The Afterthought Heel

For the most part, I’ve got a tried-and-true system for sock knitting: figure-8 cast-on, kf&b increases set in one stitch from the edges on every other row, short-row heel, 1×1 or 2×2 ribbing with stretchy bind-off. It makes satisfying, wonderfully-fitting socks that I can knit effortlessly.

I had a nagging feeling like I wanted to try other toes and heels, just to broaden my sock vocabulary, as it were, but any time I planned such a deviation from my formula, laziness or inconvenience would prevail, and I’d revert to what I knew.

A pair of rainbow stripe socks (heeee!!!) finally gave occasion for learning a new heel technique, as I didn’t want to interrupt the delightful, cheery striping sequence to do the toe-up short row heel I typically favor.

I found the most wonderful, incredible afterthought heel tutorial on Jobo Designs, which explained not only the technique, but the overall progress of working an afterthought heel.

I used the waste-yarn method described. I was knitting toe-up (as usual), so I knit the foot until I reached the point on my ankle where I would ordinarily begin my short-row heel. I then worked half the stitches (two needles’ worth when I was working on four) using waste yarn.

You then drop the waste yarn, move back to the beginning of that portion and knit the waste yarn with your working yarn (my rainbow). It made a happy little zip across the back of my sock, which looked like this on the inside:

(Bonus: I could clearly visualize how knitting forms fabrics from loops – magic!)

I knit up the leg and cuff to my desired length, bound off, and then came back to the heel. I think if I were a newer knitter, I might not have had the nerve to pull out my waste yarn zip, but it was really no trouble to gently remove it and pick up the stitches on each side of the gap it created.

Once again, I got to see the structure of knitted fabric from one row’s point of view, which kind of fascinated me.

After picking up all the stitches, I essentially worked a sock toe, but located on the heel. I fumbled for a second about how one works a top-down toe, since I almost never do them, when I remembered that it is literally the reverse of a toe-up toe: decrease stitches set in one stitch from each edge on every other row, until you have about 40% of your stitches (in my case I went to 12) in the middle. Then graft it shut with Kitchener stitch.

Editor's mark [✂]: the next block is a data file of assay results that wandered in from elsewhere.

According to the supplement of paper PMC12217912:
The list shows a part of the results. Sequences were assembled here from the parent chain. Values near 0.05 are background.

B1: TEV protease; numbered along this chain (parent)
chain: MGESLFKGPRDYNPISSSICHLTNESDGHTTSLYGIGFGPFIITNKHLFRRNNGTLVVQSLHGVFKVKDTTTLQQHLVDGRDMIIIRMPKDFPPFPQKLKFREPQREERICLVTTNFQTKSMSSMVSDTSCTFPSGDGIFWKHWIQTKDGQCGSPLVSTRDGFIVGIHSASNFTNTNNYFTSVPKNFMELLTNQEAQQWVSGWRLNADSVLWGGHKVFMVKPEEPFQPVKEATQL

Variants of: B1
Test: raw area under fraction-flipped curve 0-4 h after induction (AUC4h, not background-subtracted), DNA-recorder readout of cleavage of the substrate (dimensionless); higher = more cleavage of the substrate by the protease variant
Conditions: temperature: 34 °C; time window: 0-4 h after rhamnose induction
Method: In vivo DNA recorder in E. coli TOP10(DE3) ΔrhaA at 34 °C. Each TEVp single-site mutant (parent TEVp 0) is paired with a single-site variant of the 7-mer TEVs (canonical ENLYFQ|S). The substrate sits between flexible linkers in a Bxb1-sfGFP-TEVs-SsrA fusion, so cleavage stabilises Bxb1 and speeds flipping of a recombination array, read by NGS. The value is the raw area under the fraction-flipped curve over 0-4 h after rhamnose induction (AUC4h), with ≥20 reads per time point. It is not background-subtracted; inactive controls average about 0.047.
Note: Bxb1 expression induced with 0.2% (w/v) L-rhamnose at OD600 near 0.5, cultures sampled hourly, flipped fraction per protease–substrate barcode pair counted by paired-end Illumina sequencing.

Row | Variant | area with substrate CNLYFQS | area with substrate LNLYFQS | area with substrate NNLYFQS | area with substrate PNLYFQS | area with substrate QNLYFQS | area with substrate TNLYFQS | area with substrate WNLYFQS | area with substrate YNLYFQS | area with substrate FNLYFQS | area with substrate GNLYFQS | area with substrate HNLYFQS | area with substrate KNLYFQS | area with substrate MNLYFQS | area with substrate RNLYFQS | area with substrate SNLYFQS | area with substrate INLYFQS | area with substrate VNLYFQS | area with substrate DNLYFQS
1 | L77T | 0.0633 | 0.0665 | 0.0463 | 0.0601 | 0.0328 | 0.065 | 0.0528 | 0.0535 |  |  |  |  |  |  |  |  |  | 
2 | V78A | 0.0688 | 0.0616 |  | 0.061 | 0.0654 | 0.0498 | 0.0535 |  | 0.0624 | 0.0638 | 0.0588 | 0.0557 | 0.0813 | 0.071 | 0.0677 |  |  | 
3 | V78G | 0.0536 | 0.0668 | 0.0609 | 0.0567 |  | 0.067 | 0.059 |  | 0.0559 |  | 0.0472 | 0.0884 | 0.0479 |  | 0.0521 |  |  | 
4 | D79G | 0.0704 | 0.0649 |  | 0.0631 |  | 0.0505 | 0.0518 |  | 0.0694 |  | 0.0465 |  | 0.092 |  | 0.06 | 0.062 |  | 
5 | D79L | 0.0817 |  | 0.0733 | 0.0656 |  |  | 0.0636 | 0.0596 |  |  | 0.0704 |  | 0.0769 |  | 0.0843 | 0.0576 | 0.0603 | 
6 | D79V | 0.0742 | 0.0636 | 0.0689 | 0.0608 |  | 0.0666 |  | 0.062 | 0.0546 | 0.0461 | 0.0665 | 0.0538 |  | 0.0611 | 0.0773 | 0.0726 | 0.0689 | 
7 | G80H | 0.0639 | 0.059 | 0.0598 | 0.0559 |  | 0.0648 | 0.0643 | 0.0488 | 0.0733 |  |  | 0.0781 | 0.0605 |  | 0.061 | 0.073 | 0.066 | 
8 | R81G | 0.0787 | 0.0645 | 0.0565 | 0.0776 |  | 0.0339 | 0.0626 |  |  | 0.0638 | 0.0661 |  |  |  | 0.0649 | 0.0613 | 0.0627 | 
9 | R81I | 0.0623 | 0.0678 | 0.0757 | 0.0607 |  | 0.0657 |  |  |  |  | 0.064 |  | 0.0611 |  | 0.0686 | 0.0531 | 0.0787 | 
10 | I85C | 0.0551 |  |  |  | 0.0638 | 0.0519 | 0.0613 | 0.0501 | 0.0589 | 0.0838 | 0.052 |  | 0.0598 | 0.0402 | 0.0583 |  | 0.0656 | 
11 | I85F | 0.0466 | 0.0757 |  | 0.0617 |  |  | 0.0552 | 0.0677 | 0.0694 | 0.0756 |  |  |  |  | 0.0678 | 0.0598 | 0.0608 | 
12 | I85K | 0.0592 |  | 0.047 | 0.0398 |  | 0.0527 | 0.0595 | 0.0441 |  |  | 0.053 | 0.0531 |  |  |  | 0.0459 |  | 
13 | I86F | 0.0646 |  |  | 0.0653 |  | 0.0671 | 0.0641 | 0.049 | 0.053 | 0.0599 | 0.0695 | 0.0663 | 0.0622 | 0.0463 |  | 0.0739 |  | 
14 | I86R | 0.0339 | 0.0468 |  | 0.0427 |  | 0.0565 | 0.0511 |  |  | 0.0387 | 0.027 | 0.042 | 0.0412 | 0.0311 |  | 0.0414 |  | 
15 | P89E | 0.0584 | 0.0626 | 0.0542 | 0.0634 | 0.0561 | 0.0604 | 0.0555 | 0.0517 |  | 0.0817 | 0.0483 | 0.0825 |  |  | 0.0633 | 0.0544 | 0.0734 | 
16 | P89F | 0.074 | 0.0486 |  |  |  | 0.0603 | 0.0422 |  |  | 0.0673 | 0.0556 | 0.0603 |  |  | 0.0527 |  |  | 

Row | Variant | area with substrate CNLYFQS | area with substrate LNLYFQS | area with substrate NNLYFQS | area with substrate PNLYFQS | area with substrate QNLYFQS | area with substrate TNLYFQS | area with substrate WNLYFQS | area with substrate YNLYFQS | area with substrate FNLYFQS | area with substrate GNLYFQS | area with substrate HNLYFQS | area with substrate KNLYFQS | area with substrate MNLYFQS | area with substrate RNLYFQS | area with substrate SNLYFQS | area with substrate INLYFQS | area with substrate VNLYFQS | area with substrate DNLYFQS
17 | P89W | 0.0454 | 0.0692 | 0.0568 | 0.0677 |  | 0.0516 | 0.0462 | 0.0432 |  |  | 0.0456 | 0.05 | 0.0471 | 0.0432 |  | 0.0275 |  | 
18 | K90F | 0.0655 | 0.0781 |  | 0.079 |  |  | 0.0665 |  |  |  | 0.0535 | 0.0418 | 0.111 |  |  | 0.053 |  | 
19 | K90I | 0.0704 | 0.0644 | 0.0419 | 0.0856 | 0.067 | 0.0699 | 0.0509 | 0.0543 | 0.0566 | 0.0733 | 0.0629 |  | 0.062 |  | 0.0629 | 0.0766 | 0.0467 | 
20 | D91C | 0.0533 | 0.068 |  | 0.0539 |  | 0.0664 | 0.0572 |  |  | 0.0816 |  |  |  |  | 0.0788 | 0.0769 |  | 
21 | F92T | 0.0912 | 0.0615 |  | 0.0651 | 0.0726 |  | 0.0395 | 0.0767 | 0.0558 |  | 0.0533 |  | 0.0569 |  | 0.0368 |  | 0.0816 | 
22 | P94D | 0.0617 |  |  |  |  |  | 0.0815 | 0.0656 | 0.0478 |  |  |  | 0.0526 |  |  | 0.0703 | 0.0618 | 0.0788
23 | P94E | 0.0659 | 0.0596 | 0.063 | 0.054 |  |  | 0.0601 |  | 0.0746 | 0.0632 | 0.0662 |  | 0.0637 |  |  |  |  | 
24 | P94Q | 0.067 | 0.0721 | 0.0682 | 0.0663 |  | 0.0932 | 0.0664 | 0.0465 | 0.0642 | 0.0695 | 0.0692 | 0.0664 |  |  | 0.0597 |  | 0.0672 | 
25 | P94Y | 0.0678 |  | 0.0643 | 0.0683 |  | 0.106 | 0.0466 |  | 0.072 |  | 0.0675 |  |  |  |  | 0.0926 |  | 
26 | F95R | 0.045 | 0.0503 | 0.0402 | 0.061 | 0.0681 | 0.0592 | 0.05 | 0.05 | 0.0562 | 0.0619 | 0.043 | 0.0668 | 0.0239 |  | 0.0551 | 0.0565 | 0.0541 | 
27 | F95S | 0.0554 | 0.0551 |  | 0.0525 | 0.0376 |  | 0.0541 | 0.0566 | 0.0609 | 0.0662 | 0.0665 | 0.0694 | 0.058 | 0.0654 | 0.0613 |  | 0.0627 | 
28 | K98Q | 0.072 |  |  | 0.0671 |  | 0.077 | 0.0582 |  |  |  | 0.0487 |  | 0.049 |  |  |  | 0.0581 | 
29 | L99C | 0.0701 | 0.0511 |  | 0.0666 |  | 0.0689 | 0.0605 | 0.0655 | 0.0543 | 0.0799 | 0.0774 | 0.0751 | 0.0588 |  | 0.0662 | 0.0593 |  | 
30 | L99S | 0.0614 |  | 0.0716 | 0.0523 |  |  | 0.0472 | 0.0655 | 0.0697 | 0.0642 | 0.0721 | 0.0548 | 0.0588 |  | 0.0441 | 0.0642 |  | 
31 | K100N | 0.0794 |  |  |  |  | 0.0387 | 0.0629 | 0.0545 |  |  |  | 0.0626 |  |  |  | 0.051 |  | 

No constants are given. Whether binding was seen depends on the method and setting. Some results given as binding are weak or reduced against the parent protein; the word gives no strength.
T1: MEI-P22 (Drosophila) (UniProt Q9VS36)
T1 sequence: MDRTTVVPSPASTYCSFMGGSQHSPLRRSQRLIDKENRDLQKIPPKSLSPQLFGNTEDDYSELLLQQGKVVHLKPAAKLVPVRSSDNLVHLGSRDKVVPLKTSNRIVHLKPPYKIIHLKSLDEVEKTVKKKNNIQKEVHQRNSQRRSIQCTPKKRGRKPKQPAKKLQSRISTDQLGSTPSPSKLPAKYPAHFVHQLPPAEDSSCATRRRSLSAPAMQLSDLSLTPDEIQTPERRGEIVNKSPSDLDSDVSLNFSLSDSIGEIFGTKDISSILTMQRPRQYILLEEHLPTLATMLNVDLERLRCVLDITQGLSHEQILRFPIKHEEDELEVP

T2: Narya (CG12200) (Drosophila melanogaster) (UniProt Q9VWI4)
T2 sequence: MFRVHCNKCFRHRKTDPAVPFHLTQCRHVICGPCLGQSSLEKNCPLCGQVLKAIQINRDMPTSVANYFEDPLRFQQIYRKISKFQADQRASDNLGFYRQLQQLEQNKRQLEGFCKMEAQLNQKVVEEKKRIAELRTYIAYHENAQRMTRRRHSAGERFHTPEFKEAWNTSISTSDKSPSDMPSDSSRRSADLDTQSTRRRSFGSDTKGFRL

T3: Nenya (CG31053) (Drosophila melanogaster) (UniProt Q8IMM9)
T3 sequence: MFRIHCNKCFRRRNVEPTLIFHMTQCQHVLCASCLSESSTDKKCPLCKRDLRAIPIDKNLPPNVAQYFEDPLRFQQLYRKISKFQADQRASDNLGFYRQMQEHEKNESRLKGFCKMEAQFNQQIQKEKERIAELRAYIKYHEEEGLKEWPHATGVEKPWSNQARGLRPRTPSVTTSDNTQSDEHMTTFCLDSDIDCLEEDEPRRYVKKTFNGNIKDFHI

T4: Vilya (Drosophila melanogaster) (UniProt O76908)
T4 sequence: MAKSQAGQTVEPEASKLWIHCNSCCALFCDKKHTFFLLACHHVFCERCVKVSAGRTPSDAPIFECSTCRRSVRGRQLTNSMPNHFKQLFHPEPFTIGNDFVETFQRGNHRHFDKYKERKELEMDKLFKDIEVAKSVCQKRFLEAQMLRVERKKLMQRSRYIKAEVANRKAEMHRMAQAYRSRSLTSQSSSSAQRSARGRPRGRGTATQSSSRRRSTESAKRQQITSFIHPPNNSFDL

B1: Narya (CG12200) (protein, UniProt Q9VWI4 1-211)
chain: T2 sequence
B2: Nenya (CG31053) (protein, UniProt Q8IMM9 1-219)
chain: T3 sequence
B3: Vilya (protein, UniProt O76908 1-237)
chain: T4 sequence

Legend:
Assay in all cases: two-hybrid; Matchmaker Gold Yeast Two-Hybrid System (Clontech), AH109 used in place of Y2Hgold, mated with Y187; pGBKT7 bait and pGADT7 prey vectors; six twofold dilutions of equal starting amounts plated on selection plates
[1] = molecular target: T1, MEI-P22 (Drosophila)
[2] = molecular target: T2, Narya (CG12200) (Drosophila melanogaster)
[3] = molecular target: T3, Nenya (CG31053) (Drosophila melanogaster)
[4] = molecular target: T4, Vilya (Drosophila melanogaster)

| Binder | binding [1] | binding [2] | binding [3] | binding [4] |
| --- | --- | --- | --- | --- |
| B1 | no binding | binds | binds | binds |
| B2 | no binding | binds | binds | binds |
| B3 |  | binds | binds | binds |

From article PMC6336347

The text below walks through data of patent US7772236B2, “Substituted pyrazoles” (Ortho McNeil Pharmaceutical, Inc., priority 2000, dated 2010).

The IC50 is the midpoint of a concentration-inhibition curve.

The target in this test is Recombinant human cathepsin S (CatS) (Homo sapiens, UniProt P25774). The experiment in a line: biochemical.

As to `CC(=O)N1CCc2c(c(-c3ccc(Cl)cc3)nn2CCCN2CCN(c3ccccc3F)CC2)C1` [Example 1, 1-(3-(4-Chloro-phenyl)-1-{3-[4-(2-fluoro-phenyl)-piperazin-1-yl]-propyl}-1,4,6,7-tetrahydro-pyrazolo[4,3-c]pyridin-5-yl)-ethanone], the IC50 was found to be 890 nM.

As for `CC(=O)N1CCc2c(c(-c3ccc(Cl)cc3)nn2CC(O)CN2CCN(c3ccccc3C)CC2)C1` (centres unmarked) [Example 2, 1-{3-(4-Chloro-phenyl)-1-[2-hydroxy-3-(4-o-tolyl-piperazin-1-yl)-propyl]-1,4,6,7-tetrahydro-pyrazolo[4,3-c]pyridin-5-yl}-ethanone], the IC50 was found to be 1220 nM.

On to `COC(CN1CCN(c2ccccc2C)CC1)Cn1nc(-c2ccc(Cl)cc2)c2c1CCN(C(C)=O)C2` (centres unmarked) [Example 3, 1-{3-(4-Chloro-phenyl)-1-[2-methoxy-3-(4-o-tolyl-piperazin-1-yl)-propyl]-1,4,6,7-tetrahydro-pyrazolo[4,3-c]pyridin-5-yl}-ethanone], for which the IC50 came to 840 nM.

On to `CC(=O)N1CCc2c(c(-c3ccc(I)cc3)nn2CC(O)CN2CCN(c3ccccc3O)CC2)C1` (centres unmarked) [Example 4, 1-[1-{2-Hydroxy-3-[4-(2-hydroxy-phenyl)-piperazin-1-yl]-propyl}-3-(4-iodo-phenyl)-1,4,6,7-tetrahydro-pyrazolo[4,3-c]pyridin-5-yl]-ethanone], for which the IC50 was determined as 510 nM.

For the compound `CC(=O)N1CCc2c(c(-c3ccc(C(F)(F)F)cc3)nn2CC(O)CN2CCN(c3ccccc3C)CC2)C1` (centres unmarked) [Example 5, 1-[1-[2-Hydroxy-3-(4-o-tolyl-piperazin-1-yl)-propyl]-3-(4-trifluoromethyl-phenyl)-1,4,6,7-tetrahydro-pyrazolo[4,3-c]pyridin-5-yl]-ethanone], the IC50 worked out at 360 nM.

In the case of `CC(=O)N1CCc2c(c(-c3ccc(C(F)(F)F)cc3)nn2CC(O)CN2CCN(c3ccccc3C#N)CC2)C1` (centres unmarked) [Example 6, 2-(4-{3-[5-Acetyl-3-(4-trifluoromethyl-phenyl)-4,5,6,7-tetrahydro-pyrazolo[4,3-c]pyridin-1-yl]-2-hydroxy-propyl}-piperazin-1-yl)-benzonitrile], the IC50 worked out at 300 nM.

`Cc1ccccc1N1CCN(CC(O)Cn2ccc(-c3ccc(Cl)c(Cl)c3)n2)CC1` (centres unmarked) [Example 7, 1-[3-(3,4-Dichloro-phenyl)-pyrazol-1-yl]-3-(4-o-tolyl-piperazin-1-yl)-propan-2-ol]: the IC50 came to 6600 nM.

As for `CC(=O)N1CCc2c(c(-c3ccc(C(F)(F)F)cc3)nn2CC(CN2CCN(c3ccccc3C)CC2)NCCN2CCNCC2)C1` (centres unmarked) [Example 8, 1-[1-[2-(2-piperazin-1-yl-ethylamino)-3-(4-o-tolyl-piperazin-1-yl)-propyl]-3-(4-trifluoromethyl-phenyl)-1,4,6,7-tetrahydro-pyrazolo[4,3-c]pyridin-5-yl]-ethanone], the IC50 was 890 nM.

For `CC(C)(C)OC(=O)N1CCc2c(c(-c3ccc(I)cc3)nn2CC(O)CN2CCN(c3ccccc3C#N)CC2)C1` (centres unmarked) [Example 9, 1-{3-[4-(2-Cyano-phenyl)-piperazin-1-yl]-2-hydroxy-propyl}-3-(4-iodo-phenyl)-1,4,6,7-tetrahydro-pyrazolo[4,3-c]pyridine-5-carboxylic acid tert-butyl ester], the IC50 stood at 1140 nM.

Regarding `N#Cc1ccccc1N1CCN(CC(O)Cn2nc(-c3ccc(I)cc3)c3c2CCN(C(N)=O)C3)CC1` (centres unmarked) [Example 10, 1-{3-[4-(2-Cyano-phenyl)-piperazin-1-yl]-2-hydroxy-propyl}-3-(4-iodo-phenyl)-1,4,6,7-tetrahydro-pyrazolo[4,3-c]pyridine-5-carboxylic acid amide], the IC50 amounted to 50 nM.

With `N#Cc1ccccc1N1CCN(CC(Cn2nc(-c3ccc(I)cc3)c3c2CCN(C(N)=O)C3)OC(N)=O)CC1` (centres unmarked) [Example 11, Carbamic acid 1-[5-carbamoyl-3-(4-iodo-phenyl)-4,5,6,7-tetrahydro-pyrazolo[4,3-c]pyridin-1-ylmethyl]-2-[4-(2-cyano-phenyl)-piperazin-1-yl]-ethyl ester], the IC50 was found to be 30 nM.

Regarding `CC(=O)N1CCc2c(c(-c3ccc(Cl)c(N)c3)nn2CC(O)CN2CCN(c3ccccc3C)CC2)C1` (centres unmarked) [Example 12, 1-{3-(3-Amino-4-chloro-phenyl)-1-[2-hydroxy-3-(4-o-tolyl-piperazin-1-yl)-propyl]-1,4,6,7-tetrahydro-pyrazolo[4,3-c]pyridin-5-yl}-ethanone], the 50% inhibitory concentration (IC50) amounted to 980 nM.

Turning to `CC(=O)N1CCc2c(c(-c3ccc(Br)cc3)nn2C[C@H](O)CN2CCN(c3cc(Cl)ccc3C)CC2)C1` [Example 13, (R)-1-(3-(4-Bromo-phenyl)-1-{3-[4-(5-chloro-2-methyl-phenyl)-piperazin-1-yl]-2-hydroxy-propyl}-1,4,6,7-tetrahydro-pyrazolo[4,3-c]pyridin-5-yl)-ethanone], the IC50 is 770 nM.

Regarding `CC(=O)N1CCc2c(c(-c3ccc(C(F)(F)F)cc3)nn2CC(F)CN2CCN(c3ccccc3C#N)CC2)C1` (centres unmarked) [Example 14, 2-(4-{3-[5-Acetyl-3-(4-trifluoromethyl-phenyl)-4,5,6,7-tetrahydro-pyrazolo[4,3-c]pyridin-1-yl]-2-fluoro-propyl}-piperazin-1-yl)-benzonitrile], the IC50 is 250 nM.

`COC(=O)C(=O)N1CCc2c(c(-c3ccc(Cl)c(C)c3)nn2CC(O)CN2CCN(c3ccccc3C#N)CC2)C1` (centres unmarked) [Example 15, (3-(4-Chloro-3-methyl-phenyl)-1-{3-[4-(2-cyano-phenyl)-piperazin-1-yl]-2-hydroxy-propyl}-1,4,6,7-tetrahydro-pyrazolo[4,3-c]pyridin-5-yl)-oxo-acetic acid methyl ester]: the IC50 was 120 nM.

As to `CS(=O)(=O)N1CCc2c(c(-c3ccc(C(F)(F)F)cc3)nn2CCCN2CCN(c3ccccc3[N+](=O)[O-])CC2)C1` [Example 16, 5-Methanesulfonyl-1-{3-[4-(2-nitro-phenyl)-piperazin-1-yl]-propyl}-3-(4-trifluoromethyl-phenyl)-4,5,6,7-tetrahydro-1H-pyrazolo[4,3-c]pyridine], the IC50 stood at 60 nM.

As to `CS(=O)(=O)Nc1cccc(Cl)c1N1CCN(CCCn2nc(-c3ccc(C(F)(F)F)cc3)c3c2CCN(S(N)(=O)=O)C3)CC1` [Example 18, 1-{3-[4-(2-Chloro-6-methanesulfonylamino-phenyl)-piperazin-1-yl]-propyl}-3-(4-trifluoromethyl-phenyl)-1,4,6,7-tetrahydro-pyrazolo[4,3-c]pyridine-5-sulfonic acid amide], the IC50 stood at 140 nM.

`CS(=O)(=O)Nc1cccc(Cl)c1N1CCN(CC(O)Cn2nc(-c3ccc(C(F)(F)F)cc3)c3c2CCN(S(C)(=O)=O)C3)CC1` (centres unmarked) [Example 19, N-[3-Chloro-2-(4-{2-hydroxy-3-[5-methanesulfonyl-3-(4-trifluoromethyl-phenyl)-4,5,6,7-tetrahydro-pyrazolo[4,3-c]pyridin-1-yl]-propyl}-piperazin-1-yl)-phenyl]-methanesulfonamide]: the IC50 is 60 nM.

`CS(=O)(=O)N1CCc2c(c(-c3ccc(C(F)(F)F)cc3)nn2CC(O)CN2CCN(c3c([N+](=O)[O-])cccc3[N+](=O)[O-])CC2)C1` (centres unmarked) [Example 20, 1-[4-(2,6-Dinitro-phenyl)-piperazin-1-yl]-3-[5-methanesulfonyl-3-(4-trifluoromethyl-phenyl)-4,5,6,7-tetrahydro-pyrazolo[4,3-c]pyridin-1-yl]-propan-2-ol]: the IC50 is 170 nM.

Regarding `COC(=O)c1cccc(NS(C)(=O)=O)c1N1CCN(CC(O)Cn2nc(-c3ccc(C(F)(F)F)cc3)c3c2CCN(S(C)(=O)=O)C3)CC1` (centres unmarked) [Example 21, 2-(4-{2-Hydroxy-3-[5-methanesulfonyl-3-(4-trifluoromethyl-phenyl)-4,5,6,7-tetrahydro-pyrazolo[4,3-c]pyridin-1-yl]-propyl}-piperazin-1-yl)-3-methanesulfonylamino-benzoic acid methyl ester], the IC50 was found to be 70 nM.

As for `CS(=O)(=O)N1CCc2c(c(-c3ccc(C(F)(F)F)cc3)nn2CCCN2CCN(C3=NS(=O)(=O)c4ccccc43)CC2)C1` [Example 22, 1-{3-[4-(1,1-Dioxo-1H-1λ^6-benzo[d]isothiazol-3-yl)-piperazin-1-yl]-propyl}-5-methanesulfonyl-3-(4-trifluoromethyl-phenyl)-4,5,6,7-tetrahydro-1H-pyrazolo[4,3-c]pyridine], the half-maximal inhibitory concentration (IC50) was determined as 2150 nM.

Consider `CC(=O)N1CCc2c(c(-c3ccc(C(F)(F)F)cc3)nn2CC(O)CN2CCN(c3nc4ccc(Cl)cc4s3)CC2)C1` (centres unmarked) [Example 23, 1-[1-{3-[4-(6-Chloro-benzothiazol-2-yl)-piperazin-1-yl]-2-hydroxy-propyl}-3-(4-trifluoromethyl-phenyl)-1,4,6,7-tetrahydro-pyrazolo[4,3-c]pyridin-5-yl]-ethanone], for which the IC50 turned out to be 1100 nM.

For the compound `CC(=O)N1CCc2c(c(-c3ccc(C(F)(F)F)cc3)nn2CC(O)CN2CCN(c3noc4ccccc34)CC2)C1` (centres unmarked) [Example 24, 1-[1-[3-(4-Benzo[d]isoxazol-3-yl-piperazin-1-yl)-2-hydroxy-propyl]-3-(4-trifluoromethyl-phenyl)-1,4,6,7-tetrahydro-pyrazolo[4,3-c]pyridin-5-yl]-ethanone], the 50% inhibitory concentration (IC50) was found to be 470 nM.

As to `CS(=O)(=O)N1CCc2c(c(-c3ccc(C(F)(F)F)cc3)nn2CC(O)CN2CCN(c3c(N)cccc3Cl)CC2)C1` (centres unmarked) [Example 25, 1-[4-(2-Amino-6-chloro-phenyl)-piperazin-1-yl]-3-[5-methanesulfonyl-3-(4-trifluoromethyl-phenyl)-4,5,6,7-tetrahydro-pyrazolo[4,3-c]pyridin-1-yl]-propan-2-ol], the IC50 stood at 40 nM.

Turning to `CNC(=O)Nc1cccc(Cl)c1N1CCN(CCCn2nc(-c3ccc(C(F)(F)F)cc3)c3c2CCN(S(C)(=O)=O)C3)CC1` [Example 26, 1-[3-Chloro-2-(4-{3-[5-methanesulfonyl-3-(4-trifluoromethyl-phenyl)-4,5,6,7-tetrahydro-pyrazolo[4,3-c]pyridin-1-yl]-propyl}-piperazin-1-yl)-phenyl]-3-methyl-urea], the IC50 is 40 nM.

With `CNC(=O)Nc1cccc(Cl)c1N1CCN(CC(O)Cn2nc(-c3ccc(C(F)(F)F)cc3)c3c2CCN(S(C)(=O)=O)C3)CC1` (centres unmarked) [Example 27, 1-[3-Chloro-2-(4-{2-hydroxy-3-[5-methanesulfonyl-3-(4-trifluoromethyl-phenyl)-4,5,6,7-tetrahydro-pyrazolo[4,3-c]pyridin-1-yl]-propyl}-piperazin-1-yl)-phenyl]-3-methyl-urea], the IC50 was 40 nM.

Is it the easiest, most awesome heel I’ve knit? Well no, not exactly, but it was still vastly more enjoyable than any top-down flapped heel I’ve worked. More to the point, the afterthought heel let me preserve my striping pattern on the body of the sock and choose the colors I wanted to insert at the heel.

Oh did you think I was going to give away how great it looks now?? No, no, I’m saving that for the FO pics!

2 thoughts on “The Afterthought Heel

  1. Thank you for your great review of my Tutorial! Afterthought heels aren’t my “Favorite” heel, but they certainly have a place, especially with striping yarns! I’m glad the tutorial was helpful. Your Rainbow socks look Great! Can’t wait to see the rest of the pair!

    Jolene
    (www.JoboDesigns.com)

  2. Hey!
    thanks so much for this tutorial! I am working on a pair of these in a fingering weight yarn and size 1 (2.25 mm) DPNs. This tutorial is really helpful, as I didn’t get the whole “afterthought heel” idea. Thanks so much.
    -Isaac
    thewaysofwool.blogspot.com

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